Making GPN Theory Work: Some Reflections – Lecture by Henry Yeung (NUS, Singapore)

Drawing on my forthcoming book manuscript Theory and Explanation in Geography – forthcoming with the RGS-IBG Book Series for late 2023/early 2024 publication –, this presentation reflects critically on the normative stance of theory building and epistemological practices in contemporary human geography.

2023. június 21.

Despite the widely acknowledged importance of recognizing one’s situatedness and positionality in geographical knowledge production, the development of reverse discourses in order to theorize back at situated knowledges emanating from Western Europe and North America remains a daunting epistemological challenge in human geography. I argue that the recognition of situated knowledges is necessary but perhaps insufficient in theorizing back at and advancing social science understanding of complex socio-spatial worlds. Reflecting on my work in the co-development of the theory of global production networks, I explain how the key concept of “strategic coupling”, grounded in the transformative material realities of East Asia, has been conceived and deployed to theorize back at dominant conceptions of endogenous regional development in Western theories and to “speak back” to mainstream Anglo-American human geography. Pushing further this situated discourse of global economic geographies, I believe there are necessary reflexive steps for making the theory of global production networks work better, as a “Southern” theory, in explaining the recent “troubles” with global production networks, deglobalization, and decoupling during and after the Covid-19 pandemic.

Henry Wai-chung Yeung Photo:

Henry Wai-chung Yeung is a "distinguished professor" at the National University of Singapore. He was awarded the title of "Distinguished Professor" in 2018 for outstanding professional achievement and academic and thought-leadership accomplishments.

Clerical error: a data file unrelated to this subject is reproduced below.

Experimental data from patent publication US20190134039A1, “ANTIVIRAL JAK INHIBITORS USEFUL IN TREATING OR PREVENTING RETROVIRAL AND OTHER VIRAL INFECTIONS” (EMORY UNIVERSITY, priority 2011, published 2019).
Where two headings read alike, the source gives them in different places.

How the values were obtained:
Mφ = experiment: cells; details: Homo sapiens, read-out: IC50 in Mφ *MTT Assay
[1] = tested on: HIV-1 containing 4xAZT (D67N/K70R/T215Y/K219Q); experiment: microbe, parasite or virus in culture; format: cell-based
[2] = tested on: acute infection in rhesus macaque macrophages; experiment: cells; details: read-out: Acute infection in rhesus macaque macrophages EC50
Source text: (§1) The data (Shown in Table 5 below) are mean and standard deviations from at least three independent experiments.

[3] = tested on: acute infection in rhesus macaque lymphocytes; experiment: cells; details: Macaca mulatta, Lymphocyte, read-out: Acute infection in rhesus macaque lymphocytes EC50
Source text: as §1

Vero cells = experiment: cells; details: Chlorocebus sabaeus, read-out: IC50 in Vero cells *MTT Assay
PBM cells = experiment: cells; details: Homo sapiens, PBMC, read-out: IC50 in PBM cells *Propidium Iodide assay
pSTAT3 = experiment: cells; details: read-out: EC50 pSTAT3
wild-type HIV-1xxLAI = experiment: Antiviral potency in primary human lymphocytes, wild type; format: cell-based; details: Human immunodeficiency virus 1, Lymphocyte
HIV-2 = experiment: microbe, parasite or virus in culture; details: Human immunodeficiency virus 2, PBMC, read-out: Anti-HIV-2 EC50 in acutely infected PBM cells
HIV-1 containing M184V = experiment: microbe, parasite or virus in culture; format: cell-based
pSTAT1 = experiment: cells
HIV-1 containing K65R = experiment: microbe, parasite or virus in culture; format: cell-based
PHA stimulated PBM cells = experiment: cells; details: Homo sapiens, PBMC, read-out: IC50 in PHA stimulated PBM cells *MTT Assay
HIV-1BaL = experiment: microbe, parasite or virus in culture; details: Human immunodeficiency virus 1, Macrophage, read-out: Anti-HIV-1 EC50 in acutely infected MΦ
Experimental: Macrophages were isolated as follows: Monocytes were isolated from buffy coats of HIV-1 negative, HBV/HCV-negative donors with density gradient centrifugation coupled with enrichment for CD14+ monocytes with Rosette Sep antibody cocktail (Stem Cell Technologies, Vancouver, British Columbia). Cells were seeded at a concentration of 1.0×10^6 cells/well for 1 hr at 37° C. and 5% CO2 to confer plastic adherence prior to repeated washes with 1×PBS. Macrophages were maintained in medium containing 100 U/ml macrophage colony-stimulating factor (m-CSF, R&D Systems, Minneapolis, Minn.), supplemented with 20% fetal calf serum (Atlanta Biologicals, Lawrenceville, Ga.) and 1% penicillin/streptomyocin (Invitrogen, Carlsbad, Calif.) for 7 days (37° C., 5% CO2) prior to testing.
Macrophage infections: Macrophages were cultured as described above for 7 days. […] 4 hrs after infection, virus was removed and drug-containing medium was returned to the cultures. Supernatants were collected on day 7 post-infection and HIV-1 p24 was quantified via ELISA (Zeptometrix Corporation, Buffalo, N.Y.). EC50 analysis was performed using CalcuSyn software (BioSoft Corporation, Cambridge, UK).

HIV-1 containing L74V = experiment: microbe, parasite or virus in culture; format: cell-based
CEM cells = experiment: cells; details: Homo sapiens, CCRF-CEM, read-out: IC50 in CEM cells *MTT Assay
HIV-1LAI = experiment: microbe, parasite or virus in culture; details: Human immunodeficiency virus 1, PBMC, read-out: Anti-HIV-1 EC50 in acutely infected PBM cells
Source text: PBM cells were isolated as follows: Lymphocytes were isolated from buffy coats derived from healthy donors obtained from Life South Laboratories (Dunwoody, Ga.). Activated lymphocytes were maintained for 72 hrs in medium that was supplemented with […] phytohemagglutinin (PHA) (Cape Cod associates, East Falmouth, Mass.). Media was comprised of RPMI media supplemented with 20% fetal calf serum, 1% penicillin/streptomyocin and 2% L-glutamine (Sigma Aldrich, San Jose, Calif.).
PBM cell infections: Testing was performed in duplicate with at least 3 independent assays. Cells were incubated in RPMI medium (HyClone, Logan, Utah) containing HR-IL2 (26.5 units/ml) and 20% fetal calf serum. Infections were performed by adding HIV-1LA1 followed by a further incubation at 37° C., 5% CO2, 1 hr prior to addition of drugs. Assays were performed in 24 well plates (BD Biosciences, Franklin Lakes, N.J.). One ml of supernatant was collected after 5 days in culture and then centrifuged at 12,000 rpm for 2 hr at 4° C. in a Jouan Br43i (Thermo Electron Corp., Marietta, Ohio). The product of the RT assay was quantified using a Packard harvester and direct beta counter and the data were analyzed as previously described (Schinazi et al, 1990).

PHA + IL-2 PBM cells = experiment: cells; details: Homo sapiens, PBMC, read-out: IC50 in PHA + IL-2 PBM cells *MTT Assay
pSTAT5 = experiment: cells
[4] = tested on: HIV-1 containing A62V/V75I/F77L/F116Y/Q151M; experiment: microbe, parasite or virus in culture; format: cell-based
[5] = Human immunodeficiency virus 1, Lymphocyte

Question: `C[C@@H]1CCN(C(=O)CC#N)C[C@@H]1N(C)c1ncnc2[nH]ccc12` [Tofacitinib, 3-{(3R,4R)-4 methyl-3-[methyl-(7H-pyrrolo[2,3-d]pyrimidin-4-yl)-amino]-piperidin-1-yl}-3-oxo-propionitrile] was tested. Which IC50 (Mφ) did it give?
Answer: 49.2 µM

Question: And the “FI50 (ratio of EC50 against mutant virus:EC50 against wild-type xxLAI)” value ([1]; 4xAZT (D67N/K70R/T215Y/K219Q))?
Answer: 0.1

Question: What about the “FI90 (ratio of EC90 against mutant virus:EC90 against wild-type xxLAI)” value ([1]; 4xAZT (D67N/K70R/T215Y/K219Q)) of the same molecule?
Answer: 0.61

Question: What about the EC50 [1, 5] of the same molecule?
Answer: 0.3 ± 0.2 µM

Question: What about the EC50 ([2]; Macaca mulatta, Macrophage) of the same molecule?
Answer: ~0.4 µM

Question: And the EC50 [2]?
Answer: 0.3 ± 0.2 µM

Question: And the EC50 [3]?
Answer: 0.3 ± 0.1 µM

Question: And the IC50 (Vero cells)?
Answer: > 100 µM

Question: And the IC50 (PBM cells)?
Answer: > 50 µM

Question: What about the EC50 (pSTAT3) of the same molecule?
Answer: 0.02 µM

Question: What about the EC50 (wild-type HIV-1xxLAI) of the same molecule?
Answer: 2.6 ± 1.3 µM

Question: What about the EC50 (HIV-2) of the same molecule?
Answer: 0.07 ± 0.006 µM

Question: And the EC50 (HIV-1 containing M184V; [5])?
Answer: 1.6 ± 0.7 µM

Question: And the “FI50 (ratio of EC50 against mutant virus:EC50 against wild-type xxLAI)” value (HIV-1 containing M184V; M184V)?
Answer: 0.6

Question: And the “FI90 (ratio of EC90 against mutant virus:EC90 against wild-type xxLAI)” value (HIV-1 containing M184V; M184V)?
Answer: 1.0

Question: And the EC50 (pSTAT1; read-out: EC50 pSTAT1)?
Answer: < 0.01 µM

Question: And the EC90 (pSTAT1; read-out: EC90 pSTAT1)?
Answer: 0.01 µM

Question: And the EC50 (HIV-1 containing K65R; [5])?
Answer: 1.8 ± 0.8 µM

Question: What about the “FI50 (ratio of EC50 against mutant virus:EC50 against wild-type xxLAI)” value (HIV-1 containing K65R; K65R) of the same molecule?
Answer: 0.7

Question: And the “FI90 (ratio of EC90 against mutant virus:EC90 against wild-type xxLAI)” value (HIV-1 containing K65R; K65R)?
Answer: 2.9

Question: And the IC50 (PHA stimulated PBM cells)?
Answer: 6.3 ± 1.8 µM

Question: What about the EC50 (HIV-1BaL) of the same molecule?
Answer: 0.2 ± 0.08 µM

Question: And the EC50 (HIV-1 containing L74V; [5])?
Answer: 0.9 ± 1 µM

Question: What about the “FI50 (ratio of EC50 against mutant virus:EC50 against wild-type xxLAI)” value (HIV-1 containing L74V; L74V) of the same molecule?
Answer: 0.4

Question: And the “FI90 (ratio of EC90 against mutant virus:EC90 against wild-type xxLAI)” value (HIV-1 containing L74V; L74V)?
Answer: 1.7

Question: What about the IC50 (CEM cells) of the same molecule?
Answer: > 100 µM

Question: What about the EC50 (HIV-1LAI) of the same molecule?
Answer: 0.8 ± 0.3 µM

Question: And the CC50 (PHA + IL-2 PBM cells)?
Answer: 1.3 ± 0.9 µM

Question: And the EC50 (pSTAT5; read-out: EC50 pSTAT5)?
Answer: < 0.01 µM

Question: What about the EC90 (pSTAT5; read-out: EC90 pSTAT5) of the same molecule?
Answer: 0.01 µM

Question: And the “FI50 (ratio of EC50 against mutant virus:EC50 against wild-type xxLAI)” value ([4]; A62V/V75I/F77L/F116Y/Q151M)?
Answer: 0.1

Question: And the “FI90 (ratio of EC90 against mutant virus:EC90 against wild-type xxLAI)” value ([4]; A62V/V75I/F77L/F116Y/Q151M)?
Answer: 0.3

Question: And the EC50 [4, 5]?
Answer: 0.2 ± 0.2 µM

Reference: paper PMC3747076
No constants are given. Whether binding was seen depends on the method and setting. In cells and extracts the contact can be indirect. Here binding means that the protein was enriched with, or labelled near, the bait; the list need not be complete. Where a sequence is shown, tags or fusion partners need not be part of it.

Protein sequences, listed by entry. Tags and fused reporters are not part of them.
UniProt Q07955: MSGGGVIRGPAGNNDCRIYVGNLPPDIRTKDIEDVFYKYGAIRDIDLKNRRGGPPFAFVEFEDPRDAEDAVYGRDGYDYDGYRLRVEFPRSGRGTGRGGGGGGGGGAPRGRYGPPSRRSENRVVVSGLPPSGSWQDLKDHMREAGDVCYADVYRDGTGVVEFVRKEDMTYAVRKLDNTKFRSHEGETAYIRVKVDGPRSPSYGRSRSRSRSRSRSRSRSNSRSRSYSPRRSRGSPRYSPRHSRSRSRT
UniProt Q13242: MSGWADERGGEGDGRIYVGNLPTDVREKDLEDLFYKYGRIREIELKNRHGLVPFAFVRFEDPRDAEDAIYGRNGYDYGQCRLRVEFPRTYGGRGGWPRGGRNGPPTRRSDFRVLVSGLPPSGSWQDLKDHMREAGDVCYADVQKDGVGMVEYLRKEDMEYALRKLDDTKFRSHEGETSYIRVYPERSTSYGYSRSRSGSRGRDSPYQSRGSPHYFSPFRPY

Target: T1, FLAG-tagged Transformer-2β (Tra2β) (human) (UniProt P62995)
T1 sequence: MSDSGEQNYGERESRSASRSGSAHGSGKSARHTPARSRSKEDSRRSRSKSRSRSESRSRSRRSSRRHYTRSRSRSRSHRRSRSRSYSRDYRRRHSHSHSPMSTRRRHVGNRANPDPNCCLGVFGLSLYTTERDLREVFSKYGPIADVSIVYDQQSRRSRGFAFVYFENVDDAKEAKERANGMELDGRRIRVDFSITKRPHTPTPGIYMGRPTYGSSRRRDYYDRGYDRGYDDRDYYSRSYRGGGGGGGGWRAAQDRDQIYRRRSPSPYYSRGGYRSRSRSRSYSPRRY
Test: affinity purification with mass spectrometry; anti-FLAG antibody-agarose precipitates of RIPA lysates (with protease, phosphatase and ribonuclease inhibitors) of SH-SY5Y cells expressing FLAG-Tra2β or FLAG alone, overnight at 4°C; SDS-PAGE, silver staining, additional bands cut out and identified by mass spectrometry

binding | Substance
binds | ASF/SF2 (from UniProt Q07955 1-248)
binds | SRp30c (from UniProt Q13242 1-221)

Professor Yeung is a leading scholar of economic geography and a leading figure in the influential Manchester School. His research includes the geographical nature of production processes and the study of state-business relations. He is a leading analyst of Global Production Networks (GPN) and has focused in recent years on the exploration of semiconductor production networks, one of the most insightful experts on the subject.

Winner of several leading professional societies' awards for excellence: in 2017, he was awarded the AAG Honors, the highest honor of the American Association of Geographers. In the same year, he received the Murchison Award from the Royal Geographical Society. In 2022, he received the Sir Peter Hall Award, the highest honour of the Regional Studies Association.

He is Editor-in-Chief of leading journals such as Economic Geography, Environment and Planning A and the Journal of Economic Geography.

In 2020, he was ranked 16th out of a total of 12 897 ranked geographers. He is ranked among the top 2% of scientists in the world. Author of 105 scientific articles, of which more than 20 articles in Top 10 geographic journals and 40 articles in Top 20 journals.

He is the author of several book chapters, co-authored books and four highly cited single-authored books, Transnational Corporations and Business Networks: Hong Kong Firms in the ASEAN Region (Routledge, London, 1998), Entrepreneurship and the Internationalisation of Asian Firms: An Institutional Perspective (Edward Elgar, Cheltenham, 2002), Chinese Capitalism in a Global Era (Routledge, London, 2004), and Interconnected Worlds: Global Electronics and Production Networks in East Asia (Stanford University Press, 2022).